Yasmin Alibhai-Brown: "Everyone's Gone to War" - Marina Balet

"This war has woken up some new talent. Narina Pallot's powerful song, 'Everyone's Gone to War' is one of my favourites. She's British, beautiful and I see her as a sort of modern day Joni Mitchell, and well, Joni Mitchell's album Blue is my favourite of all time. Her song was recently chosen by Radio 1 as its 'pick of the week', and I think she is waking up new audiences, and awakening young people - who have been asleep - to the horrors of this war, and doing it at the right time."

Paul Ress: Editor, Q Magazine: "Masters Of War" - Bob Dylan; "Eton Rifles" - The Jam; "A New England" - Billy Bragg; "Spanish Bombs" - The Clash; "Johnny 99" - Bruce Springsteen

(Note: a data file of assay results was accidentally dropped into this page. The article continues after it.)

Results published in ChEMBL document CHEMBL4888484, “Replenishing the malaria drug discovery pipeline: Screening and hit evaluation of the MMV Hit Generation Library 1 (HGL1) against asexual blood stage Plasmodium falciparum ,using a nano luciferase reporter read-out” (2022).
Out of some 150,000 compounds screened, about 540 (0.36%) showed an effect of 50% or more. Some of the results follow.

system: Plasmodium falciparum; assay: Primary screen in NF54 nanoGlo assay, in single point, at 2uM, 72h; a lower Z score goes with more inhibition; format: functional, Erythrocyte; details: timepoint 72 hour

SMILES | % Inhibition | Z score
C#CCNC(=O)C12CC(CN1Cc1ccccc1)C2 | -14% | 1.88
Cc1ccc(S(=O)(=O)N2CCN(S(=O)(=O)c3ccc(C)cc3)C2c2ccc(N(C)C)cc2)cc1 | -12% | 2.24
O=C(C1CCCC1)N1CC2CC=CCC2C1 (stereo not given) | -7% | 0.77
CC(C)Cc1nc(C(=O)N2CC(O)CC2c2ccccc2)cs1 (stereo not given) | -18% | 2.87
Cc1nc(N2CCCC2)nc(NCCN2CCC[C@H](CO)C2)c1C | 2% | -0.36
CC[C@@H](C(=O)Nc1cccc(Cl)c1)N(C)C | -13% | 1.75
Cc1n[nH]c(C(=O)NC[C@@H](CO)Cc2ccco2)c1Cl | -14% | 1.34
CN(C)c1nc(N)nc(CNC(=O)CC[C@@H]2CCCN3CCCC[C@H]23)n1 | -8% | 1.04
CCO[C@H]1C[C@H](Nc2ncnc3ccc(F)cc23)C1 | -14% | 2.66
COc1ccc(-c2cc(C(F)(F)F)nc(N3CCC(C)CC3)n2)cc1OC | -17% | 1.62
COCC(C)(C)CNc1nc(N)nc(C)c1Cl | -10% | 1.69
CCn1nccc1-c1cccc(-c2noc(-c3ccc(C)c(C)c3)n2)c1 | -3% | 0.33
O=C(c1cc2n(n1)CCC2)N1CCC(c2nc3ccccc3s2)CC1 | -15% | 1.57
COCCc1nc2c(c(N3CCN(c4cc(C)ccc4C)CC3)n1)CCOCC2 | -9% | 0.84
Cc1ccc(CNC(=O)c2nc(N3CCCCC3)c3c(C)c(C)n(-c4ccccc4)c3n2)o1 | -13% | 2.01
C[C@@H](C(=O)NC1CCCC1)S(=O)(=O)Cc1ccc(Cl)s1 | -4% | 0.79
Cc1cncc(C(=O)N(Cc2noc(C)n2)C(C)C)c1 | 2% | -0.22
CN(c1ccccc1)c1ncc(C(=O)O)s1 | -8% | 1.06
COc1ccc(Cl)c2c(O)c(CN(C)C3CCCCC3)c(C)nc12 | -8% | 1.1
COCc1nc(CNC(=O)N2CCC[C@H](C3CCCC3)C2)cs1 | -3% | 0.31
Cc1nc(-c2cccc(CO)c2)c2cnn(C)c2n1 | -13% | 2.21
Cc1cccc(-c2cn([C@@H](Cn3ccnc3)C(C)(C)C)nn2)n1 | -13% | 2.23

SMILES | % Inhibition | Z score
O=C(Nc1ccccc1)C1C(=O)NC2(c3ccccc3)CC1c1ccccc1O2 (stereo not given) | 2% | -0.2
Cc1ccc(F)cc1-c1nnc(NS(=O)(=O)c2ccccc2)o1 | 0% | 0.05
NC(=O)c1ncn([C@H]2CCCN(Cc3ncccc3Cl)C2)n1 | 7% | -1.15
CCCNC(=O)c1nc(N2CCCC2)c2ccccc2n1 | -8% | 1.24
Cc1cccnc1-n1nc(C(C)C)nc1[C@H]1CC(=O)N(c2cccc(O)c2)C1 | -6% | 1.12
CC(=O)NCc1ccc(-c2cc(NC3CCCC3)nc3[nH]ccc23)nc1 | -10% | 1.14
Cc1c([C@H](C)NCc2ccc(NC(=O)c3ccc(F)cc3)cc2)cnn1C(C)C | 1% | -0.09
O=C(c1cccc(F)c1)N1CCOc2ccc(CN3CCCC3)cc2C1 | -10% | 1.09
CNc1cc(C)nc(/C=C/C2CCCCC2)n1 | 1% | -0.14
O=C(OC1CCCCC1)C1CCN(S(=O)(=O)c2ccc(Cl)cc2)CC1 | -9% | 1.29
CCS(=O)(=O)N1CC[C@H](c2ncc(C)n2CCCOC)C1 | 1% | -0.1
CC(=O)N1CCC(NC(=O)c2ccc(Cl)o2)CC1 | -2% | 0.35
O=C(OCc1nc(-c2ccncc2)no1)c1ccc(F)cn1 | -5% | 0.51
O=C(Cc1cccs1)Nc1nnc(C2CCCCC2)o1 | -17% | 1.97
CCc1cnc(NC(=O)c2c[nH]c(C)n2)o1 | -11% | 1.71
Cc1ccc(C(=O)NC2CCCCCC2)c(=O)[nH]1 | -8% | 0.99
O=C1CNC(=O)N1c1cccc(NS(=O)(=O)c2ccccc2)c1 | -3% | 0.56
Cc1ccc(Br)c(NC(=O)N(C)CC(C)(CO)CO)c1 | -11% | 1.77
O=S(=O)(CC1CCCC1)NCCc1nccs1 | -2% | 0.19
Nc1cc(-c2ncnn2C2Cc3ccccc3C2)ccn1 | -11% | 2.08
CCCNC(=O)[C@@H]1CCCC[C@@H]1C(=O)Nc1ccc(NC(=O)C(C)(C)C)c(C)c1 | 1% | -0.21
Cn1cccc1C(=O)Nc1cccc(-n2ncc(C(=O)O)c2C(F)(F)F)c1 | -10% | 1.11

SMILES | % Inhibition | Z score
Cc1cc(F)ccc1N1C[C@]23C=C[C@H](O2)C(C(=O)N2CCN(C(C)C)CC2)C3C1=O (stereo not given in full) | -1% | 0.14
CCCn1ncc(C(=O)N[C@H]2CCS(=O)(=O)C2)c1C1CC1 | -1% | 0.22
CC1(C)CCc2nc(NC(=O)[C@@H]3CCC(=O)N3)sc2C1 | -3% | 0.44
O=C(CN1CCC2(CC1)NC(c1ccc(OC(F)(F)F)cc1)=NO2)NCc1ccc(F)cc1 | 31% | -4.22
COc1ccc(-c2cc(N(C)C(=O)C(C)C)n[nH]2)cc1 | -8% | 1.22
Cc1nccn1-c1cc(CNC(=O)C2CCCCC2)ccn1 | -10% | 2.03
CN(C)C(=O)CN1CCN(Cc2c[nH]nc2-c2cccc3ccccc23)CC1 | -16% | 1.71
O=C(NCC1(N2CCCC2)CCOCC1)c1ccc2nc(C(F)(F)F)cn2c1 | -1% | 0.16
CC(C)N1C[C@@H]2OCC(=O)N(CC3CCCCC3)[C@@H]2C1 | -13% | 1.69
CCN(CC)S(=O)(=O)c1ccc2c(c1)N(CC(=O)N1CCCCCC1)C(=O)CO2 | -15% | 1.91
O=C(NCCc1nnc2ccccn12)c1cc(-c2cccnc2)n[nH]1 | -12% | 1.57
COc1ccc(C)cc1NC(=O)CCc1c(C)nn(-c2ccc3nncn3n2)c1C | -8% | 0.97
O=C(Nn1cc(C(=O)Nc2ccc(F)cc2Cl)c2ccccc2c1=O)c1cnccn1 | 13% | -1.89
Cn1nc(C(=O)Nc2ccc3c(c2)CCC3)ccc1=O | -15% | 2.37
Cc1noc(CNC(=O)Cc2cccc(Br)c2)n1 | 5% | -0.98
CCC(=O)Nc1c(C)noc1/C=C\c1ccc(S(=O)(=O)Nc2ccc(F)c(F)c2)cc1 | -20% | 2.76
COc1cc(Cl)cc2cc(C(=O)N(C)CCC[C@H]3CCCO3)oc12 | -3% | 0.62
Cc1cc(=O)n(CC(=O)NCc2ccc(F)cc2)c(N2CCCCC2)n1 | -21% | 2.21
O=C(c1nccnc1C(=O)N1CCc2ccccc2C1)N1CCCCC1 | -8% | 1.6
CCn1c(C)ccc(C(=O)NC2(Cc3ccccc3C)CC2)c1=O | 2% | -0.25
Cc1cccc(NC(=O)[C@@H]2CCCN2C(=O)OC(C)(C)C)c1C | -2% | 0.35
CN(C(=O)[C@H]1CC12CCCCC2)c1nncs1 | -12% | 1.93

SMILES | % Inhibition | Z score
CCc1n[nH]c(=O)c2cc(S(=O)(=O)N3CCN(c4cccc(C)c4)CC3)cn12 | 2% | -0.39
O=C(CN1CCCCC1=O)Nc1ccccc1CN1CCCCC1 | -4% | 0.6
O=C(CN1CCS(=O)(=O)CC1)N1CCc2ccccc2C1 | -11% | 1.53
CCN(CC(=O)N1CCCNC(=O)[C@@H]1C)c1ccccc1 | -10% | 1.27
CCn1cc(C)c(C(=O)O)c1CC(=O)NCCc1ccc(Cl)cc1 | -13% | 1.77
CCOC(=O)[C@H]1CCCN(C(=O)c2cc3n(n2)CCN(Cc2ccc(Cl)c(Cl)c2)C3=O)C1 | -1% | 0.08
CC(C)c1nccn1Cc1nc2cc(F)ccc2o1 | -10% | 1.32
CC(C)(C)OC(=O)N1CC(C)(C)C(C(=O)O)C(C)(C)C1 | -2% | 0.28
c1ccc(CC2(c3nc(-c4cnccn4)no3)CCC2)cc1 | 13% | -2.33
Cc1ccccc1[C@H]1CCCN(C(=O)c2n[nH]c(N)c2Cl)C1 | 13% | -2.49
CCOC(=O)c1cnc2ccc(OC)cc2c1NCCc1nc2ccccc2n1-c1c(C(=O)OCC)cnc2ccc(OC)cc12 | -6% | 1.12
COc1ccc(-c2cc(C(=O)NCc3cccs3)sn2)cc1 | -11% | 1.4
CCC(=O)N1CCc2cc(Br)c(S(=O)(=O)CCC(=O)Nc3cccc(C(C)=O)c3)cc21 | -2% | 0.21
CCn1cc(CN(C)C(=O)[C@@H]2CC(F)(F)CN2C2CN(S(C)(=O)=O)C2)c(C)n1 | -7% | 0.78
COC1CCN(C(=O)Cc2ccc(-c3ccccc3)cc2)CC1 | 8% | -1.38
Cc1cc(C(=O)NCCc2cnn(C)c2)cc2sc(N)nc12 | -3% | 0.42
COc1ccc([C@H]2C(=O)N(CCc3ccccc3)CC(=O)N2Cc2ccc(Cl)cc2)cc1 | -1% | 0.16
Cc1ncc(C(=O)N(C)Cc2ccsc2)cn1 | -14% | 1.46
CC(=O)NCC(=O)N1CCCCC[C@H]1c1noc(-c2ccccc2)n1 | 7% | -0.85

"Each one is: performed with the sort of passion that makes veins pop; written from a sense of rage, but crucially underplays it; first and foremost, a great song. And as a result, each is unforgettable."

Stuart Maconie. Radio presenter: "We Are All Bourgeois Now!" - McCarthy

"My favourite left-wing song is this 1980s track. The Manic Street Preachers did an absolutely brilliant cover of it. I love it because, as an old-school Marxist, I don't like the old 'Isn't war so bad?' type songs, and it's a great anti-Thatcher song that puts the emphasis firmly back on the issue of class. It dispels the myth that you can just pull your laces up and get on with it."

Kate Mosse: "Shipbuilding" - Robert Wyatt